President Goodluck Jonathan has made good on his promise to wipe out homosexuality in Nigeria.
A new ban has been passed in Parliament that has now been signed by the President, making it enforceable immediately.
Worldwide outrage has been expressed at the harshness of the legislation and its inherent lack of respect for human rights.
Sentences of up to 14 years are prescribed by the newly minted law. A similar law has also been passed in Uganda.
The law will now not only allow prosecution of all same sex relationships, but also give a green light to public persecution of people who are gay or perceived to be gay. The result could be widespread violence against gays, and the prospect of long term incarceration.
Already a diaspora of sorts is taking place: wealthy or influential Nigerians who are gay, have already left the country or are getting ready to do so.
The stance of the President is not a one man crusade, but woefully reflects a wide sweeping sentiment in all of Subsaharan Africa, and traditional mores. In addition, both the Muslim and Christian Nigerians, who are almost evenly split in their religious beliefs, insist that the legislation in fact reflects their respective religion's tenets.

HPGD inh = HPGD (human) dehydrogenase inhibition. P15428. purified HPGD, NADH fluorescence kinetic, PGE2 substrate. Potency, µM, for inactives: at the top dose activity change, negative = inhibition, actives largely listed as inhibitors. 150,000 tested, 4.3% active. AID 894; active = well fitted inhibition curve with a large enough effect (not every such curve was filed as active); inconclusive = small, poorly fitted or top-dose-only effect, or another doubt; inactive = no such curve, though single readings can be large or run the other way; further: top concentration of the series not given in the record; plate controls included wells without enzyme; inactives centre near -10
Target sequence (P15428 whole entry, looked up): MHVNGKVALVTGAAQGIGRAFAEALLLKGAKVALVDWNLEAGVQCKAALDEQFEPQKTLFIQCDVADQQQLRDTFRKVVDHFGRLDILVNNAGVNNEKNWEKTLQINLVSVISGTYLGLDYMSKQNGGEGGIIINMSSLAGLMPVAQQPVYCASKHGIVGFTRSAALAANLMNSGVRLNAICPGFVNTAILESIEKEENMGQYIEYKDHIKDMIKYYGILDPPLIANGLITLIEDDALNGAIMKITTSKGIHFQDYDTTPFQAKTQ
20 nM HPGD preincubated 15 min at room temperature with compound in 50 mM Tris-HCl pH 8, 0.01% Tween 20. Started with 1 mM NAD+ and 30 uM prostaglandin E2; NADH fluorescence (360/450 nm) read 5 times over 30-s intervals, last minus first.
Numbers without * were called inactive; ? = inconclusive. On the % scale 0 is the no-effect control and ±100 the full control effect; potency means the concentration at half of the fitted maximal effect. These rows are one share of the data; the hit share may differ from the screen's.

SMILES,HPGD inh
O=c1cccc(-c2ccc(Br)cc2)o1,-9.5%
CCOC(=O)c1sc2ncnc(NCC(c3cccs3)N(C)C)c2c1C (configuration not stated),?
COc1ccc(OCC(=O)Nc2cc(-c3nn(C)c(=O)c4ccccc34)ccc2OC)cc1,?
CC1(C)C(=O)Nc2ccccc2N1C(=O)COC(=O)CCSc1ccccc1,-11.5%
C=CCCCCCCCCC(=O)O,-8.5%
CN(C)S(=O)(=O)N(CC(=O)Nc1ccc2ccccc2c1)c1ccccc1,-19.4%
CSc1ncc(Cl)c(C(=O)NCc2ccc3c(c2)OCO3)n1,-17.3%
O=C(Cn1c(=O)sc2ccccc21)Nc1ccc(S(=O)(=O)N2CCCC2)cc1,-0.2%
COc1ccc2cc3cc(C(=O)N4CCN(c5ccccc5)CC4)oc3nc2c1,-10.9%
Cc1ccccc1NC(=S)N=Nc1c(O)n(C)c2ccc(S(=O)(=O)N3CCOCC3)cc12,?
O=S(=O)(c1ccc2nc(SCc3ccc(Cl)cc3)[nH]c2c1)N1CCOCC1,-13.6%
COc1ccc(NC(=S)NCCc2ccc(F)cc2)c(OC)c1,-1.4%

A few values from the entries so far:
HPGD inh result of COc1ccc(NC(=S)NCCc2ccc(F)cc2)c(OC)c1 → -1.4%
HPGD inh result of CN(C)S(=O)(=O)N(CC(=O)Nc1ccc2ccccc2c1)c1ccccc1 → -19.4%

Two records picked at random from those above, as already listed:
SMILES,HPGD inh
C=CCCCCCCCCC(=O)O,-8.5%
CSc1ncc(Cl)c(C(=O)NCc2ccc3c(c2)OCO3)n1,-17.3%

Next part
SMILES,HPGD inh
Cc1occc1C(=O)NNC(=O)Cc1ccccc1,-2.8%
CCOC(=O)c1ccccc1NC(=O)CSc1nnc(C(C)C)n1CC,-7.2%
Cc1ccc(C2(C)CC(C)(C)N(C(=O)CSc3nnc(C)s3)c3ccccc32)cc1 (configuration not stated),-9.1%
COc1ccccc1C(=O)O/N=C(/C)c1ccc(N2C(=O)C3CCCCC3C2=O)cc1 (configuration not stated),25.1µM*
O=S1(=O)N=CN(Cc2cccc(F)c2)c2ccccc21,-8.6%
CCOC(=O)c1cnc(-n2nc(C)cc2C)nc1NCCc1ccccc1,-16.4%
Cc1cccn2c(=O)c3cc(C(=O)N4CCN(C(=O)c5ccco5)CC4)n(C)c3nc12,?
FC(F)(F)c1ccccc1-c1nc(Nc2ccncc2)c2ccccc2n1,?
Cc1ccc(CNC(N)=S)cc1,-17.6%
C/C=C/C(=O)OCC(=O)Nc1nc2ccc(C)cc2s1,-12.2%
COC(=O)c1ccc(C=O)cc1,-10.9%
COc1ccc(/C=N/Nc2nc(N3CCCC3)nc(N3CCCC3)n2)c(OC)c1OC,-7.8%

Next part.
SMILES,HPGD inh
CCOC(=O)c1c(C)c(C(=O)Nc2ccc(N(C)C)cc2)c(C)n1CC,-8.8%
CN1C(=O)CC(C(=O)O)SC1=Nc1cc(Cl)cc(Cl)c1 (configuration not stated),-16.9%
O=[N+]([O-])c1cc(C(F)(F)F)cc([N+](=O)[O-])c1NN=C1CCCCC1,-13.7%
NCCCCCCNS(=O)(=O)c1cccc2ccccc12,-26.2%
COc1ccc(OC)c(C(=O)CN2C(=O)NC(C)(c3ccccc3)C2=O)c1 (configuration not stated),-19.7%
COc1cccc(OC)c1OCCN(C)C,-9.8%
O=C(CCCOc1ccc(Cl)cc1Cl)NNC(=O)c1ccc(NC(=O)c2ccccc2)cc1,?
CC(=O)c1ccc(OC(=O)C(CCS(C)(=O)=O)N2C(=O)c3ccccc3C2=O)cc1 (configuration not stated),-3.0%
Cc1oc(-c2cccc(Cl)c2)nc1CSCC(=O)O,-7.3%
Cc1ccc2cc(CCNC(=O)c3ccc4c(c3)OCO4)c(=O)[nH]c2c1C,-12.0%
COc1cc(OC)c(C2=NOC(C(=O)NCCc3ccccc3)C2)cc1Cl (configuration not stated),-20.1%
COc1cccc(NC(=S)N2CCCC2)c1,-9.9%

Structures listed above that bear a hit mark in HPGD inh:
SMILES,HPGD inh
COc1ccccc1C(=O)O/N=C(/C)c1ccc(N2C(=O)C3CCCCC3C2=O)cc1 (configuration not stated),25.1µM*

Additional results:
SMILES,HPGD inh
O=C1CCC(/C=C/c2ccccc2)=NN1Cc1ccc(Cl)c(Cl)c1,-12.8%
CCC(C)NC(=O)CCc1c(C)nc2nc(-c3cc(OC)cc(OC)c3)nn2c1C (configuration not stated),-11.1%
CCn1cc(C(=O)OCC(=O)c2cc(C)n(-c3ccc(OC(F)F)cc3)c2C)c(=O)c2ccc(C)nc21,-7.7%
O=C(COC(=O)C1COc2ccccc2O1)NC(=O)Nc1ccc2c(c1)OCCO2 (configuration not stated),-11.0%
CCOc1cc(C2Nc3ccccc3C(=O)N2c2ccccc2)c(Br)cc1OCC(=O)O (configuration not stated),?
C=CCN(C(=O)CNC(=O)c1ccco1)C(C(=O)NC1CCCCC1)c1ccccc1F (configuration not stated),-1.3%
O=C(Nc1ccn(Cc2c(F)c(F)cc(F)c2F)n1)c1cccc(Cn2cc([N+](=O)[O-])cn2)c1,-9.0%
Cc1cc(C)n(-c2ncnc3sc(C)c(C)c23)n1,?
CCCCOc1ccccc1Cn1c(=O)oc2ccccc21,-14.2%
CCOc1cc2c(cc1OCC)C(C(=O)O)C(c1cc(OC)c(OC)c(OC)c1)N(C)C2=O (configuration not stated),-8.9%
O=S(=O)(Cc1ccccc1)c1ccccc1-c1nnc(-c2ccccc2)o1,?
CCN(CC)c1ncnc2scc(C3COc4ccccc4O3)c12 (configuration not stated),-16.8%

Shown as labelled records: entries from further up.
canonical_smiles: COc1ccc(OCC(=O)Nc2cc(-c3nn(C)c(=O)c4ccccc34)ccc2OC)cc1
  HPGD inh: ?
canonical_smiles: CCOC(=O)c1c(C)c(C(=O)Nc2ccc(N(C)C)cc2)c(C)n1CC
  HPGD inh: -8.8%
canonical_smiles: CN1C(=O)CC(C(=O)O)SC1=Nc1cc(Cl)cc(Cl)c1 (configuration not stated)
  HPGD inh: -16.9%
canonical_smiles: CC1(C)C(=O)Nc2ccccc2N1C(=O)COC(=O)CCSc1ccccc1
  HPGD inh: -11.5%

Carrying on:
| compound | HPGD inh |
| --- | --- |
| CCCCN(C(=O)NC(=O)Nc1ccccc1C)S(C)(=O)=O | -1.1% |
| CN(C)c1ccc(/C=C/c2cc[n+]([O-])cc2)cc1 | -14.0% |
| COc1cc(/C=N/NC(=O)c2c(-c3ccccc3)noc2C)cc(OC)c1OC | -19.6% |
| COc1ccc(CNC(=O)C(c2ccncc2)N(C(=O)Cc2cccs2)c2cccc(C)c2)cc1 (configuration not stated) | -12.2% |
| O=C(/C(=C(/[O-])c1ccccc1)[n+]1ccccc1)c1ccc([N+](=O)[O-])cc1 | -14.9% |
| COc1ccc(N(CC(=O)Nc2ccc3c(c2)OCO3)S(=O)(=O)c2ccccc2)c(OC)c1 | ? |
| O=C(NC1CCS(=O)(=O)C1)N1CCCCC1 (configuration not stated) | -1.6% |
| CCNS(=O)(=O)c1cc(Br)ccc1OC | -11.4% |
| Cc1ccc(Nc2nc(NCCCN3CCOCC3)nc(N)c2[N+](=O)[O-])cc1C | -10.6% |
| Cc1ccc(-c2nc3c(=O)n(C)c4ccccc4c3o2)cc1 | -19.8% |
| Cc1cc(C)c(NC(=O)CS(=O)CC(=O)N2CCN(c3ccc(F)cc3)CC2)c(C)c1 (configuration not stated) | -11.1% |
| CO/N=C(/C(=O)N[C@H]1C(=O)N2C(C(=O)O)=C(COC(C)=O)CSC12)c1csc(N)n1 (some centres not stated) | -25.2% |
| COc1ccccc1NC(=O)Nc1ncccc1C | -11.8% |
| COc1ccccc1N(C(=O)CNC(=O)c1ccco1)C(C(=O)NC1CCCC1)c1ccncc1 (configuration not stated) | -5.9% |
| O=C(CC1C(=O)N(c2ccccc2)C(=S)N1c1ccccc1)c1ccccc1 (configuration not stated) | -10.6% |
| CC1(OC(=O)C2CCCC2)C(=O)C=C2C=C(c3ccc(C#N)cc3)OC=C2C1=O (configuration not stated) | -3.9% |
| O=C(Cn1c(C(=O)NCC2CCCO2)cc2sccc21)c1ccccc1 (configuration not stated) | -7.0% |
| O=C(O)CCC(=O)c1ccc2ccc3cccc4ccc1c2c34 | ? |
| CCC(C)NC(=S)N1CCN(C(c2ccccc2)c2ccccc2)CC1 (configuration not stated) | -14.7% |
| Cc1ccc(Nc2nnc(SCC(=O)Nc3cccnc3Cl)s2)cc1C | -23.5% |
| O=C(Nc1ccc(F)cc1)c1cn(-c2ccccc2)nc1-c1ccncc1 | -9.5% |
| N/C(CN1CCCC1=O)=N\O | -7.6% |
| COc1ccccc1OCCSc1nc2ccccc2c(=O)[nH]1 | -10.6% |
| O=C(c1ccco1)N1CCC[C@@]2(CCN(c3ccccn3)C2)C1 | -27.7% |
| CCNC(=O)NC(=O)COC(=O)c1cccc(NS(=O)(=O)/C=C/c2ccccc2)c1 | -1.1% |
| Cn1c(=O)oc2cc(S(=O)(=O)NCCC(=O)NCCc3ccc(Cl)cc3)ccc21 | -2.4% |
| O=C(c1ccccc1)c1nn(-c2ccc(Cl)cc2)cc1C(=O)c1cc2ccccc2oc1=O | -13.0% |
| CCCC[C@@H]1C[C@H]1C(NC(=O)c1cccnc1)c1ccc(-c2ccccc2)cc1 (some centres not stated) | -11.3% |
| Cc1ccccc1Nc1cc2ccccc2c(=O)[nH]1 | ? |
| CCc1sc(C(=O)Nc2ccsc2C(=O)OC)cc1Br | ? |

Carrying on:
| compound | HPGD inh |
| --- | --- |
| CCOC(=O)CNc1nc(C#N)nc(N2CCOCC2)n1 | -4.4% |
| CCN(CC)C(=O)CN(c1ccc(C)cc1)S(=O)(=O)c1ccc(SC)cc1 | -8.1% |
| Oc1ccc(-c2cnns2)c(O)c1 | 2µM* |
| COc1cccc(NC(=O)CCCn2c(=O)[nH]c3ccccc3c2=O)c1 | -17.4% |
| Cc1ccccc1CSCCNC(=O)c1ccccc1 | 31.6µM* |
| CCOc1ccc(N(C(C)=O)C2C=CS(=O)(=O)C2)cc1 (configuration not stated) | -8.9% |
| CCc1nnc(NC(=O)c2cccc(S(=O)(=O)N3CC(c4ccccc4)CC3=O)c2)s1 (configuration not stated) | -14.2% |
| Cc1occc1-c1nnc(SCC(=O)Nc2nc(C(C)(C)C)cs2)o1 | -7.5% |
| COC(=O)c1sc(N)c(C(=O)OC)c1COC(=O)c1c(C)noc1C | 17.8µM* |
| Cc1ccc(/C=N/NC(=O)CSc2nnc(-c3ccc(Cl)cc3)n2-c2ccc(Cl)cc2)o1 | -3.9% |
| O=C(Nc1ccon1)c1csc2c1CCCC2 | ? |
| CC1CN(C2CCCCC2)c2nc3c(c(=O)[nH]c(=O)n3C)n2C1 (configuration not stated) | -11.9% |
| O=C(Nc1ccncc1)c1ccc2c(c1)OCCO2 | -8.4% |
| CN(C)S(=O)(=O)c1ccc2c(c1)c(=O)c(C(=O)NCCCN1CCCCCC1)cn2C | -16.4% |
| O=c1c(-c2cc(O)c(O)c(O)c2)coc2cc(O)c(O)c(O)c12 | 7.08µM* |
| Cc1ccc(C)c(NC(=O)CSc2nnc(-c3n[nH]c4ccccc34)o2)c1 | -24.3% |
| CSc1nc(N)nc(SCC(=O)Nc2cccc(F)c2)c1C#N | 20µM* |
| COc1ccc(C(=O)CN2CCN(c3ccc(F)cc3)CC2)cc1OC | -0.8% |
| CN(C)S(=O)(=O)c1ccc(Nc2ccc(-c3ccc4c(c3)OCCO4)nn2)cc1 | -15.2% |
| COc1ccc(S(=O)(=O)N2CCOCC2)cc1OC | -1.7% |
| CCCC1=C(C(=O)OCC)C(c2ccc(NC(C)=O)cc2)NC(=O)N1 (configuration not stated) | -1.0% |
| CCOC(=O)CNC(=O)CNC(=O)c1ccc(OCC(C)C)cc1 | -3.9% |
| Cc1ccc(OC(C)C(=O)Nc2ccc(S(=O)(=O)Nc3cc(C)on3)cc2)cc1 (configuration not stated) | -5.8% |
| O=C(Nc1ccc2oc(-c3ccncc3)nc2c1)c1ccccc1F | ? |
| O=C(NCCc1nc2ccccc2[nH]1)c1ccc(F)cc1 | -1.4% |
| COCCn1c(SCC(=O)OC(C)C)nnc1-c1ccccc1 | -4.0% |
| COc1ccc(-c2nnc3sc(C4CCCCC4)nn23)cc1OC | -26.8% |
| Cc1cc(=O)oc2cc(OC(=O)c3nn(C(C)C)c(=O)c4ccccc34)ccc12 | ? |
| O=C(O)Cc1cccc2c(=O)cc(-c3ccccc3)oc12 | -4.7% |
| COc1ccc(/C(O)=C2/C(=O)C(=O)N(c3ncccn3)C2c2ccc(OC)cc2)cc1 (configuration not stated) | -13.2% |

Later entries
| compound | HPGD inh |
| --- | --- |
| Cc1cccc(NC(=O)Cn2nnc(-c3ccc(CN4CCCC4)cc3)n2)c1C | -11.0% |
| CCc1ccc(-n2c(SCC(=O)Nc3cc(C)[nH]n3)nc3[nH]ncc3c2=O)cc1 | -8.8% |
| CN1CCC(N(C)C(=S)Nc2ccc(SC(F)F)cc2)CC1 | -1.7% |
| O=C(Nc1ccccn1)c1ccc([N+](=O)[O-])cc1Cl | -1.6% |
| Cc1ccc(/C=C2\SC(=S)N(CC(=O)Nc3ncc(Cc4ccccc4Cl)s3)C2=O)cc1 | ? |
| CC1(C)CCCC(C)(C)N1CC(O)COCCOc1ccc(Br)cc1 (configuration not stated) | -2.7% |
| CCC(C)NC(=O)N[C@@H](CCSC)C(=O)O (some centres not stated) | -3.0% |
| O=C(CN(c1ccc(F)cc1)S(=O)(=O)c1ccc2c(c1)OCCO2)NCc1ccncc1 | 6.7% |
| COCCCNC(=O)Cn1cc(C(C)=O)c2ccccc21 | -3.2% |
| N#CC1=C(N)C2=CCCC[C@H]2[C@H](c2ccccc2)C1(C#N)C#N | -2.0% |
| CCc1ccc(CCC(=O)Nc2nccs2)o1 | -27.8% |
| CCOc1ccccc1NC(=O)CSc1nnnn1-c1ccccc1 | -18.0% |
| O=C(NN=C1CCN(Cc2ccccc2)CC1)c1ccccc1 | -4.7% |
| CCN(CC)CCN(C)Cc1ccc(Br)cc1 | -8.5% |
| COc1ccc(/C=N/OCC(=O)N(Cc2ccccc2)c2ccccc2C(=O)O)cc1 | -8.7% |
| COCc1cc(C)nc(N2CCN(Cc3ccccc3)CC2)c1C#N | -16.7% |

In Uganda, the picture is even bleaker. The legislation that sailed through Parliament in that country prescribes life terms for those people who are 'repeat offender' of gay crimes. The president of Uganda, however, has not yet signed the law, indicating that he might modify it before it is subscribed, even though both religious groups and certain factions of the government are pressuring him to sign it.
Source : Deutsche Welle/ 1.15.14